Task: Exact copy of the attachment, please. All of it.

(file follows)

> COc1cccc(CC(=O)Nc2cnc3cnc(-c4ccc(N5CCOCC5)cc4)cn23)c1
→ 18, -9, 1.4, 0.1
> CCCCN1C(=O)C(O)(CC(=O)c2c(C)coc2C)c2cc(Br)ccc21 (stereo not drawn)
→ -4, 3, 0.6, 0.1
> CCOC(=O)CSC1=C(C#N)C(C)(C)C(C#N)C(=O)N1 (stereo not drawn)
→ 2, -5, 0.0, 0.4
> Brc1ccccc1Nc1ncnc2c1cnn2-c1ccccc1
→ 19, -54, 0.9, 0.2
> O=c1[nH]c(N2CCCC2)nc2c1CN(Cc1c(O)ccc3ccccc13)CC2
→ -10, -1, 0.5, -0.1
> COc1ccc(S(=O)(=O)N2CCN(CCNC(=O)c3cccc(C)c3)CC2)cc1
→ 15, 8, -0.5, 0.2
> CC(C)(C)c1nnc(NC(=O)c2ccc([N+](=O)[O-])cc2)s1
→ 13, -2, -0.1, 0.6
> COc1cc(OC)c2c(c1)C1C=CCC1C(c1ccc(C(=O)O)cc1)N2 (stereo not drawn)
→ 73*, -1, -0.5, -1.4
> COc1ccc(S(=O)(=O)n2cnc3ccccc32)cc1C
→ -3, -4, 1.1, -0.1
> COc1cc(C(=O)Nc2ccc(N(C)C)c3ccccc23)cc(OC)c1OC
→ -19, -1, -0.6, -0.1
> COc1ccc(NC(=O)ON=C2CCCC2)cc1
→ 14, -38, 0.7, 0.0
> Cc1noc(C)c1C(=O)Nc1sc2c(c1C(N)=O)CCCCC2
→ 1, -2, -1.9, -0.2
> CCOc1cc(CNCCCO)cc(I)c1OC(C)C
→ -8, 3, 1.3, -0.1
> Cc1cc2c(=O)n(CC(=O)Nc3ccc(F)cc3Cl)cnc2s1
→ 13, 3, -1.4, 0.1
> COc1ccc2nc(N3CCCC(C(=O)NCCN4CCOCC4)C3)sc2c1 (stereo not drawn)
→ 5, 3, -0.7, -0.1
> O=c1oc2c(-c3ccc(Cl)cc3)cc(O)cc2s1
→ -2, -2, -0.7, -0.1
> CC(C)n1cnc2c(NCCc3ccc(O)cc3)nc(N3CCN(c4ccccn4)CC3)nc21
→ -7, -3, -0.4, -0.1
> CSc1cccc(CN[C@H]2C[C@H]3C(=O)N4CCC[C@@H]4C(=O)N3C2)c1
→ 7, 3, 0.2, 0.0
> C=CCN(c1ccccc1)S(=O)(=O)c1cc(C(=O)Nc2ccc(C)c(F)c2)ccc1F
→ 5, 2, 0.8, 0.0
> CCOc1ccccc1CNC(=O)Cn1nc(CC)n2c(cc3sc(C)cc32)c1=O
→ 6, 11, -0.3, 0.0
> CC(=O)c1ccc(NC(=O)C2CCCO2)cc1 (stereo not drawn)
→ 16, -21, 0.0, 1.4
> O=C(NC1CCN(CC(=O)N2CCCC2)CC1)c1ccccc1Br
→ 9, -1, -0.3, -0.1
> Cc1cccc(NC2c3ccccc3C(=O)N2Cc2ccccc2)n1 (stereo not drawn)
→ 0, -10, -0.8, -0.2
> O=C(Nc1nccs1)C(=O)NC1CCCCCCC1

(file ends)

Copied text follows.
> COc1cccc(CC(=O)Nc2cnc3cnc(-c4ccc(N5CCOCC5)cc4)cn23)c1
→ 18, -9, 1.4, 0.1
> CCCCN1C(=O)C(O)(CC(=O)c2c(C)coc2C)c2cc(Br)ccc21 (stereo not drawn)
→ -4, 3, 0.6, 0.1
> CCOC(=O)CSC1=C(C#N)C(C)(C)C(C#N)C(=O)N1 (stereo not drawn)
→ 2, -5, 0.0, 0.4
> Brc1ccccc1Nc1ncnc2c1cnn2-c1ccccc1
→ 19, -54, 0.9, 0.2
> O=c1[nH]c(N2CCCC2)nc2c1CN(Cc1c(O)ccc3ccccc13)CC2
→ -10, -1, 0.5, -0.1
> COc1ccc(S(=O)(=O)N2CCN(CCNC(=O)c3cccc(C)c3)CC2)cc1
→ 15, 8, -0.5, 0.2
> CC(C)(C)c1nnc(NC(=O)c2ccc([N+](=O)[O-])cc2)s1
→ 13, -2, -0.1, 0.6
> COc1cc(OC)c2c(c1)C1C=CCC1C(c1ccc(C(=O)O)cc1)N2 (stereo not drawn)
→ 73*, -1, -0.5, -1.4
> COc1ccc(S(=O)(=O)n2cnc3ccccc32)cc1C
→ -3, -4, 1.1, -0.1
> COc1cc(C(=O)Nc2ccc(N(C)C)c3ccccc23)cc(OC)c1OC
→ -19, -1, -0.6, -0.1
> COc1ccc(NC(=O)ON=C2CCCC2)cc1
→ 14, -38, 0.7, 0.0
> Cc1noc(C)c1C(=O)Nc1sc2c(c1C(N)=O)CCCCC2
→ 1, -2, -1.9, -0.2
> CCOc1cc(CNCCCO)cc(I)c1OC(C)C
→ -8, 3, 1.3, -0.1
> Cc1cc2c(=O)n(CC(=O)Nc3ccc(F)cc3Cl)cnc2s1
→ 13, 3, -1.4, 0.1
> COc1ccc2nc(N3CCCC(C(=O)NCCN4CCOCC4)C3)sc2c1 (stereo not drawn)
→ 5, 3, -0.7, -0.1
> O=c1oc2c(-c3ccc(Cl)cc3)cc(O)cc2s1
→ -2, -2, -0.7, -0.1
> CC(C)n1cnc2c(NCCc3ccc(O)cc3)nc(N3CCN(c4ccccn4)CC3)nc21
→ -7, -3, -0.4, -0.1
> CSc1cccc(CN[C@H]2C[C@H]3C(=O)N4CCC[C@@H]4C(=O)N3C2)c1
→ 7, 3, 0.2, 0.0
> C=CCN(c1ccccc1)S(=O)(=O)c1cc(C(=O)Nc2ccc(C)c(F)c2)ccc1F
→ 5, 2, 0.8, 0.0
> CCOc1ccccc1CNC(=O)Cn1nc(CC)n2c(cc3sc(C)cc32)c1=O
→ 6, 11, -0.3, 0.0
> CC(=O)c1ccc(NC(=O)C2CCCO2)cc1 (stereo not drawn)
→ 16, -21, 0.0, 1.4
> O=C(NC1CCN(CC(=O)N2CCCC2)CC1)c1ccccc1Br
→ 9, -1, -0.3, -0.1
> Cc1cccc(NC2c3ccccc3C(=O)N2Cc2ccccc2)n1 (stereo not drawn)
→ 0, -10, -0.8, -0.2
> O=C(Nc1nccs1)C(=O)NC1CCCCCCC1